Information to be delivered by representatives of the PRL and Romanian ministries of national defense.

  

4. On the program for the 16th Meeting of the Defense Ministers Committee. Draft to be presented by the Chief of Staff of the Combined Armed Forces of the Warsaw Pact member-states.

The draft resolutions put forward on this point were unanimously accepted.

At the conference, the draft information text to the press, radio and television concerning the work of the 14th Meeting of the Defense Ministers Committee, was prepared for approval.

Before discussing the matter of the draft text, a supplement concerning the reaction to the situation in the PRL was put forward, which was sent by Comrade Jaruzelski to the defense ministers committee, with a request that it be attached to the text for the mass media with the following content: "The defense ministers committee has expressed its alarm at the development of the situation in the PRL, resulting from the subversive activities of the anti-socialist forces, who are making it more difficult to fulfill the allied obligations of the armed forces of the Warsaw Pact member-states and result in the necessity of taking the suitable steps aimed at ensuring common security in socialist Europe."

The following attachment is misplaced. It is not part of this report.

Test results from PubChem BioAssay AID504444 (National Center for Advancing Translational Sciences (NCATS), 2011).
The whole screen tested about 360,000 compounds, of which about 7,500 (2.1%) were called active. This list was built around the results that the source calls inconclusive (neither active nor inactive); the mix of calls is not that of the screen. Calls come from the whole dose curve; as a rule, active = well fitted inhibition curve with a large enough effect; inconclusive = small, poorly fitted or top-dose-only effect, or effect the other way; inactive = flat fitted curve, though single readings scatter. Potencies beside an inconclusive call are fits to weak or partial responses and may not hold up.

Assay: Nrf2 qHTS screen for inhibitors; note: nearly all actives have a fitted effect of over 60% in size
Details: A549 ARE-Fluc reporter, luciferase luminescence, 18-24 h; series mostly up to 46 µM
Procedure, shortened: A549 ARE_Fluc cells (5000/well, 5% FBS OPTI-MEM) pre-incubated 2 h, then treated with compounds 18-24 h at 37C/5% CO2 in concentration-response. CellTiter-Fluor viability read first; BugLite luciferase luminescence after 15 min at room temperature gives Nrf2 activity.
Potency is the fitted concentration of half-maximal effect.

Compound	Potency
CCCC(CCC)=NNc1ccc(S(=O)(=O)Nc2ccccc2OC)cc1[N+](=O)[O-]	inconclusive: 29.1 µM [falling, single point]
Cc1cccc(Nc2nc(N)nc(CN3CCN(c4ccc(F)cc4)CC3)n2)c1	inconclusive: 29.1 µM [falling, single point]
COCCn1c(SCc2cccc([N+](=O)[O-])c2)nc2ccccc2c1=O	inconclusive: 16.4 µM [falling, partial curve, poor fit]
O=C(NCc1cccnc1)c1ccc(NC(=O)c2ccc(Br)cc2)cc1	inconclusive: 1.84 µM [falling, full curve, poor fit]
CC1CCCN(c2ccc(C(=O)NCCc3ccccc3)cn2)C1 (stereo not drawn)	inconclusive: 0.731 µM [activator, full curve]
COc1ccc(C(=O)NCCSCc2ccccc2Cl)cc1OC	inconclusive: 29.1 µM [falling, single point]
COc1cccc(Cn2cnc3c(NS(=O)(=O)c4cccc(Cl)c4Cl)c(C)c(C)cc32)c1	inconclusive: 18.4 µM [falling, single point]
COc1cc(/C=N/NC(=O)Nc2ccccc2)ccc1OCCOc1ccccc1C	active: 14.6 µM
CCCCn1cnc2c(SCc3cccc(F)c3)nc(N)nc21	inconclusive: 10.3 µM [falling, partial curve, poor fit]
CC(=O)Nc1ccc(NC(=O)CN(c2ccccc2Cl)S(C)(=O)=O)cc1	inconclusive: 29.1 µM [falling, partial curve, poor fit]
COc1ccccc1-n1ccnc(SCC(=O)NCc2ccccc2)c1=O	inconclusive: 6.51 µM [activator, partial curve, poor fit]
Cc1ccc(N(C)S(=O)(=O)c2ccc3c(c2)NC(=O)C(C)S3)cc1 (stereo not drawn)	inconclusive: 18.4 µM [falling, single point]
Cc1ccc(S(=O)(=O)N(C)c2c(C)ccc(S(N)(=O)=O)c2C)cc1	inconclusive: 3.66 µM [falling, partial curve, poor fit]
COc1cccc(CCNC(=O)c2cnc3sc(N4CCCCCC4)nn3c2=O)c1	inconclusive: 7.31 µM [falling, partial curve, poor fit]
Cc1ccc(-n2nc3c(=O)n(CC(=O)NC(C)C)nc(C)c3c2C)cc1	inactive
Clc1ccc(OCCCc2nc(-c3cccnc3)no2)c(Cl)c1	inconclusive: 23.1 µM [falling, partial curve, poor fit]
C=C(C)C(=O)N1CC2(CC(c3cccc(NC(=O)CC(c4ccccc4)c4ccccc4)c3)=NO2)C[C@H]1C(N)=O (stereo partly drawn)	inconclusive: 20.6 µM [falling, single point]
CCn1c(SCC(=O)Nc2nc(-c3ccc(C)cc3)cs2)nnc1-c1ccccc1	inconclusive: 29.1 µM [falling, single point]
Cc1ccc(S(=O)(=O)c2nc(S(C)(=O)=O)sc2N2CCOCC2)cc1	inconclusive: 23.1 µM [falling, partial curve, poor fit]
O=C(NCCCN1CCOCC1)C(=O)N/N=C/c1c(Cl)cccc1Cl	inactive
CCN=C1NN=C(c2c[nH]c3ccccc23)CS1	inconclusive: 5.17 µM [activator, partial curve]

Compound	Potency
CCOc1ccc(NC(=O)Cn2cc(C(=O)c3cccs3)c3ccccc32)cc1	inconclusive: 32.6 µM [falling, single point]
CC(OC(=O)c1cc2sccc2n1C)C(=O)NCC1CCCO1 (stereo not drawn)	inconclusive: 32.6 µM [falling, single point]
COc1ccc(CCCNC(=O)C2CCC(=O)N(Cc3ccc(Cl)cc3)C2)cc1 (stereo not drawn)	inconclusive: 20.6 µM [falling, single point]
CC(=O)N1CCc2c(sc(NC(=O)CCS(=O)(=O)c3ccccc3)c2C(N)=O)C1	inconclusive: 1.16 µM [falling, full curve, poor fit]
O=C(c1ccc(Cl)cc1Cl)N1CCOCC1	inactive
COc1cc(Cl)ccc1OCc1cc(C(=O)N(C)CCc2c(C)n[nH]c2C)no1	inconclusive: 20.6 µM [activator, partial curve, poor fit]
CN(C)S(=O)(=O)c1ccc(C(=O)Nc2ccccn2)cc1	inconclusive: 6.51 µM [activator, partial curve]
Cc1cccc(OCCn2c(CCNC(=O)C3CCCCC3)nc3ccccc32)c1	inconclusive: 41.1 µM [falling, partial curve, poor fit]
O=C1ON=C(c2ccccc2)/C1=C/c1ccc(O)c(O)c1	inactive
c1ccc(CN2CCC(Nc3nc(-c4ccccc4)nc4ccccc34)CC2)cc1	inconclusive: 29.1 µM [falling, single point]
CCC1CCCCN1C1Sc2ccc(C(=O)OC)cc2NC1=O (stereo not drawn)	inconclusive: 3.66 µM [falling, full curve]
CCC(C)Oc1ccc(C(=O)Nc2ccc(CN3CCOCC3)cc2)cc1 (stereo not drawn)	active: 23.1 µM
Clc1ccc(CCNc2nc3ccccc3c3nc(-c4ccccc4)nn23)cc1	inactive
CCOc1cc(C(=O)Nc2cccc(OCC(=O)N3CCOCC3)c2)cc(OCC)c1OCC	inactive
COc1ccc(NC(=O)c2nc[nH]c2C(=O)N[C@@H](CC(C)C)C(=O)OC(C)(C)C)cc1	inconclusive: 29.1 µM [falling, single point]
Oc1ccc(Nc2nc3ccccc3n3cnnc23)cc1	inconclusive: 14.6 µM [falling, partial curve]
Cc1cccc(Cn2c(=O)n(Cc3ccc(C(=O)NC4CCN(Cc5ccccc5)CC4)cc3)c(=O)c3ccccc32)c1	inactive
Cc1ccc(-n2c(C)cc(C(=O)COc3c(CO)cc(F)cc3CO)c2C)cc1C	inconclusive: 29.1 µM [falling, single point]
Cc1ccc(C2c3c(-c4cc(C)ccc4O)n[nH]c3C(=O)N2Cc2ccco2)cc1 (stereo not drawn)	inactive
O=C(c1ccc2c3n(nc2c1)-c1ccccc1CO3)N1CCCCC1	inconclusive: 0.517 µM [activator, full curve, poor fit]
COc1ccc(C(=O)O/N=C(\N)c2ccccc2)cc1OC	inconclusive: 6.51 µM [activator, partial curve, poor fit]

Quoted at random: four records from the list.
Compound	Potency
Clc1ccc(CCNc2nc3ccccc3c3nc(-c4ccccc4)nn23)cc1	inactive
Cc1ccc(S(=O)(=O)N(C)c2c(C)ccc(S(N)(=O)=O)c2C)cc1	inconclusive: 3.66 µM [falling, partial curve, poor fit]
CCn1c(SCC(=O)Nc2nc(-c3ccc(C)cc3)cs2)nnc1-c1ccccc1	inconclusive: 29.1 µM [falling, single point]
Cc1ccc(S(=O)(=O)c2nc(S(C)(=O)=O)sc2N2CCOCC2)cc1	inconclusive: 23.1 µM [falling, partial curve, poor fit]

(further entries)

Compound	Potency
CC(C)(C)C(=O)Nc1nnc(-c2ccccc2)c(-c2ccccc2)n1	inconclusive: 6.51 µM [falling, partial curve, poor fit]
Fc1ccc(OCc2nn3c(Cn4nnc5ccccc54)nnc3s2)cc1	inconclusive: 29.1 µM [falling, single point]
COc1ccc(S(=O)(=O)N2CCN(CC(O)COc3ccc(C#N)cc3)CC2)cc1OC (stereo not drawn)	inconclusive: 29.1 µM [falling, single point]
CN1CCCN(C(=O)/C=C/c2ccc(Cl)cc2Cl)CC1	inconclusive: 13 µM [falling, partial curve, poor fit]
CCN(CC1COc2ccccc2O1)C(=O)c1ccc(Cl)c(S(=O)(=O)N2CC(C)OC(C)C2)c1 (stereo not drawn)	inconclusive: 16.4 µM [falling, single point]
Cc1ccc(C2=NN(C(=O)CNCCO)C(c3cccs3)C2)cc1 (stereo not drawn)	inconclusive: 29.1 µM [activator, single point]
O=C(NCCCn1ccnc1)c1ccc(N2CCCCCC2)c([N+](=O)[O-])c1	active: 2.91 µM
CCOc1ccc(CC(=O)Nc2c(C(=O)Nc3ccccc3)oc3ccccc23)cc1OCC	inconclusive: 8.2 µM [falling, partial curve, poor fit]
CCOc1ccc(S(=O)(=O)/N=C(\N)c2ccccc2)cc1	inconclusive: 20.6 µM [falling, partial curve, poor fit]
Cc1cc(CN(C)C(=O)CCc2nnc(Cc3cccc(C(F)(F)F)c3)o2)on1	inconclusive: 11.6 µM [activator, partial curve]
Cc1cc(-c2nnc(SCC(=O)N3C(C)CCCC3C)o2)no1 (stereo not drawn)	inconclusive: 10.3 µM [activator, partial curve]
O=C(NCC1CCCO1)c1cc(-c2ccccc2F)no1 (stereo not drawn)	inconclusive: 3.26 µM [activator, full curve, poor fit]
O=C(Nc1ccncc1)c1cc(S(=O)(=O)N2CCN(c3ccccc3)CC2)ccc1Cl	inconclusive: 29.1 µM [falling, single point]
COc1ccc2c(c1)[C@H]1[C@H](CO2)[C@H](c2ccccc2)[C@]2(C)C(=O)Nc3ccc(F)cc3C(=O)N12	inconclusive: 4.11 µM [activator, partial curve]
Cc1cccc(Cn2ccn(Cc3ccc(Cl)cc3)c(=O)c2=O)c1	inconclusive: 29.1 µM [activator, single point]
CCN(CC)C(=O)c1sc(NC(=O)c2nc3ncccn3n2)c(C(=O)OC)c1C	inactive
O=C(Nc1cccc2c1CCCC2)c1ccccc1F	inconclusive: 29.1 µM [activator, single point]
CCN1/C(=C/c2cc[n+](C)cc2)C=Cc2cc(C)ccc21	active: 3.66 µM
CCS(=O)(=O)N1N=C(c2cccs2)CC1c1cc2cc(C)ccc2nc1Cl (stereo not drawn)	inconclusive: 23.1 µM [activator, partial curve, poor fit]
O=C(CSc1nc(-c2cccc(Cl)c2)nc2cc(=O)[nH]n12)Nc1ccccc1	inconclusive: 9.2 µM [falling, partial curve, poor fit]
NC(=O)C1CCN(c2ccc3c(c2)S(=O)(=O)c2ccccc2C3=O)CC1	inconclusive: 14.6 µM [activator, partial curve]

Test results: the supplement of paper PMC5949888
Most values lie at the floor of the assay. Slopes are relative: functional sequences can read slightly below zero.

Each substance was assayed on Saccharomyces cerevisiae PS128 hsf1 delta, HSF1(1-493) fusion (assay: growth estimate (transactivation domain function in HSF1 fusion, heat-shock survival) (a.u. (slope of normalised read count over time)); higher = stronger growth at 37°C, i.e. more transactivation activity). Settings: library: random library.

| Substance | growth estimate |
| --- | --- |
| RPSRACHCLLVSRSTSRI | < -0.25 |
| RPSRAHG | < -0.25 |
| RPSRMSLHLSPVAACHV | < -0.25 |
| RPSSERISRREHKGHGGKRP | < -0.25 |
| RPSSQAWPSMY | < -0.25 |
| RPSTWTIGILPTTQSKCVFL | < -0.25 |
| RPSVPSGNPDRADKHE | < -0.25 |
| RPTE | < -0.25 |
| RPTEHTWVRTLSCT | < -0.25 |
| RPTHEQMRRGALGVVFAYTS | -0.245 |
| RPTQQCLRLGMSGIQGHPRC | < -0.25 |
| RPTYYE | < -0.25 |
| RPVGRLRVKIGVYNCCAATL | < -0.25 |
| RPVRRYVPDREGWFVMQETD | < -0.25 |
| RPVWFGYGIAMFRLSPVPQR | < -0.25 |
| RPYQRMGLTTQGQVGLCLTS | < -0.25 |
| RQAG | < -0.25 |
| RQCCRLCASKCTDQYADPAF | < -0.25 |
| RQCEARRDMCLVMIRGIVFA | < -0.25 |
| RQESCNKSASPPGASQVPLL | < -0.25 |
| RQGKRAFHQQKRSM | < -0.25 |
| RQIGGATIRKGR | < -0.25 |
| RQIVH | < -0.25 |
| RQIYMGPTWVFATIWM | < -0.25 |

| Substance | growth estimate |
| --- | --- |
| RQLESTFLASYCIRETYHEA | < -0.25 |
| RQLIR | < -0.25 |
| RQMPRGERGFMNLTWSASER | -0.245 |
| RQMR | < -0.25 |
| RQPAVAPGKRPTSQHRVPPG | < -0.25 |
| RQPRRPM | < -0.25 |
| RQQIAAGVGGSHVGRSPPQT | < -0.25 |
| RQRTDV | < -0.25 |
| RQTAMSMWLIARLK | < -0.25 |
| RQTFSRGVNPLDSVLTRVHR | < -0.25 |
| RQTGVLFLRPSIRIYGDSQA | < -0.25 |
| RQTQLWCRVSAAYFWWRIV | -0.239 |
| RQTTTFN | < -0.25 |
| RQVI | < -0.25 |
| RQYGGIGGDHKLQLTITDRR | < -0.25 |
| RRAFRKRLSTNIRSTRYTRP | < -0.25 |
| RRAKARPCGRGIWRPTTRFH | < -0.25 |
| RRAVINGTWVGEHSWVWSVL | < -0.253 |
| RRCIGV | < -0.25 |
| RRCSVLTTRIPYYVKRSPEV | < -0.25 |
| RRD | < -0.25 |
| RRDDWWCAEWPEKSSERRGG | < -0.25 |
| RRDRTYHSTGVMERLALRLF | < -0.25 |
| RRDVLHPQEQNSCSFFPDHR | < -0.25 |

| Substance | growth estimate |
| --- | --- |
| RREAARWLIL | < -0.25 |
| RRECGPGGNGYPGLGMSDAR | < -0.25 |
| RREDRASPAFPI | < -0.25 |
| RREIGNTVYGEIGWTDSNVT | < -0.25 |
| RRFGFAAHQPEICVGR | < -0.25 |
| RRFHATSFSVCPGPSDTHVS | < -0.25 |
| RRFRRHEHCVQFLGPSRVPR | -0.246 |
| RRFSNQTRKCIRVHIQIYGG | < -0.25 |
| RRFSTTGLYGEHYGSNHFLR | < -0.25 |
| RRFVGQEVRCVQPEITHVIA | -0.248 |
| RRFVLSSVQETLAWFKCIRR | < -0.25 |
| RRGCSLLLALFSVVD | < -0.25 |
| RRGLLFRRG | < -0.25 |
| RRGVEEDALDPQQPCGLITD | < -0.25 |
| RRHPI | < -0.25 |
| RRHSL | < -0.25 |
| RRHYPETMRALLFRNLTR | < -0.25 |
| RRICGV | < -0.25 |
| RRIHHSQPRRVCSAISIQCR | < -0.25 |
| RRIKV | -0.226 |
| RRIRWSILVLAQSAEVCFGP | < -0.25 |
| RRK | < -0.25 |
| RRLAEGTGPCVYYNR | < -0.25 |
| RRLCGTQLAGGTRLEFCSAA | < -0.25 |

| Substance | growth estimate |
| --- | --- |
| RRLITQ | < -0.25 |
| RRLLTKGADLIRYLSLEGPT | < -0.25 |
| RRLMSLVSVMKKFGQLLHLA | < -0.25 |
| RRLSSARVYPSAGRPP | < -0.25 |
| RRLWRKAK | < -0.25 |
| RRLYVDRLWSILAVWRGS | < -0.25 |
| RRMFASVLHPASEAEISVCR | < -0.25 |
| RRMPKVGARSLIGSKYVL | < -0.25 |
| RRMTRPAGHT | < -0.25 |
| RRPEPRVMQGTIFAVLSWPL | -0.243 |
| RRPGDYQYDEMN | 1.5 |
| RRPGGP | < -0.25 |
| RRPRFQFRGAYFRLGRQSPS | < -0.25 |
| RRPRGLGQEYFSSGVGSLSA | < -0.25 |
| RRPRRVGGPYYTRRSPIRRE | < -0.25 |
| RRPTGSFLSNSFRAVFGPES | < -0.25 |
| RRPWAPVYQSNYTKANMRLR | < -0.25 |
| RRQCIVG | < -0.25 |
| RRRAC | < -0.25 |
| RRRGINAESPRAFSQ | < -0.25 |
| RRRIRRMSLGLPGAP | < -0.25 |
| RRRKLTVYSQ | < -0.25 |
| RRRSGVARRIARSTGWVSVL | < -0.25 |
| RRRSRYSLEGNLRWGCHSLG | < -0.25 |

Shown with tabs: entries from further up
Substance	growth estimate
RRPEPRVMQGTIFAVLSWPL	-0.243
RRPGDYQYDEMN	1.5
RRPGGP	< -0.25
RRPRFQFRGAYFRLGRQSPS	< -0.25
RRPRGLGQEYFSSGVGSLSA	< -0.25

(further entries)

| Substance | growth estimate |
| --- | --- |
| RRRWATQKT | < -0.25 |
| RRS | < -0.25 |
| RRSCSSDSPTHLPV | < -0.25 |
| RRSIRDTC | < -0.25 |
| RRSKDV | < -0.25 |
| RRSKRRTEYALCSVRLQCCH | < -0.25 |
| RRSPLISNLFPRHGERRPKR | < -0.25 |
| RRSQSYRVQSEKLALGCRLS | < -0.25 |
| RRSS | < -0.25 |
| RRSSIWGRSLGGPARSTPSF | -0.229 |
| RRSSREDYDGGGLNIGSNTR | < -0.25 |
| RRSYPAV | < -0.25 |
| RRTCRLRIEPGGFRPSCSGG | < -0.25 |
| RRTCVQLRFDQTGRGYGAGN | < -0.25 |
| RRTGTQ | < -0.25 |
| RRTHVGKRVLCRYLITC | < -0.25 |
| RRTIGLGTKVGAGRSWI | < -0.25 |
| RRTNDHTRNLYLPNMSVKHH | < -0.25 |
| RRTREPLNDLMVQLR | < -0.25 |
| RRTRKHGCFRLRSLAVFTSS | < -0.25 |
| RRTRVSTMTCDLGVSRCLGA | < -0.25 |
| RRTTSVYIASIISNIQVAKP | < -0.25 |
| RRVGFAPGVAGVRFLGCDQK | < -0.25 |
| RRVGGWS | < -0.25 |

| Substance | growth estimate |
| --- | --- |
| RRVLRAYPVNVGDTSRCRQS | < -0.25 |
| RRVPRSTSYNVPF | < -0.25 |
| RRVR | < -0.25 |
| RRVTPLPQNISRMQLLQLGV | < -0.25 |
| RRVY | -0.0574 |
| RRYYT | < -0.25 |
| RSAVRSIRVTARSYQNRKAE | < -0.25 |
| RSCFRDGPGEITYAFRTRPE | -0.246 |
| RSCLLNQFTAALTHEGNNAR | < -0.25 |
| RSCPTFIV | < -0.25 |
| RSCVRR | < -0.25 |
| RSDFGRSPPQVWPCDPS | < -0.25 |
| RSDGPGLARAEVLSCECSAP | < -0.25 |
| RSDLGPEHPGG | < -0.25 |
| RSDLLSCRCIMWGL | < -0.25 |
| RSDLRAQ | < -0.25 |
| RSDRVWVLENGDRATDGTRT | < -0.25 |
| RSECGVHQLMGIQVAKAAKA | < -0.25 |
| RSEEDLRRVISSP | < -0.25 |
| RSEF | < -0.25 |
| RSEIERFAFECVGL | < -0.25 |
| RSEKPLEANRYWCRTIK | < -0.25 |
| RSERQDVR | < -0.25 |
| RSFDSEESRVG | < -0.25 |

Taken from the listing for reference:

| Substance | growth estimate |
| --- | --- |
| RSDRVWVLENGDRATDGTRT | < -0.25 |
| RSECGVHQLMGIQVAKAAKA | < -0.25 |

Regarding this supplement, the minister of national defense of the Romanian Socialist Republic, Lieutenant-General C.[onstantin] Olteanu, did not express his consent. And he demanded that the text with the contents agreed upon before the meeting of the defense ministers committee be accepted. The remaining defense ministers supported accepting the supplement.

A closed session of the defense ministers committee, including only members, took place next, at which it was proposed that the Romanian defense minister and, if necessary, others who need to do this, consult the above mentioned problem with their own political leadership.

I reported to you, honorable comrade general secretary and president, by telephone on 2 December 1981on the draft supplement, and I asked for your agreement.

After the consultations had taken place, the defense minister of the Hungarian People's Republic, Army-General L[ajos] Czinege, reported that the Hungarian side had agreed to the supplement only in the event of full agreement by all the defense ministers.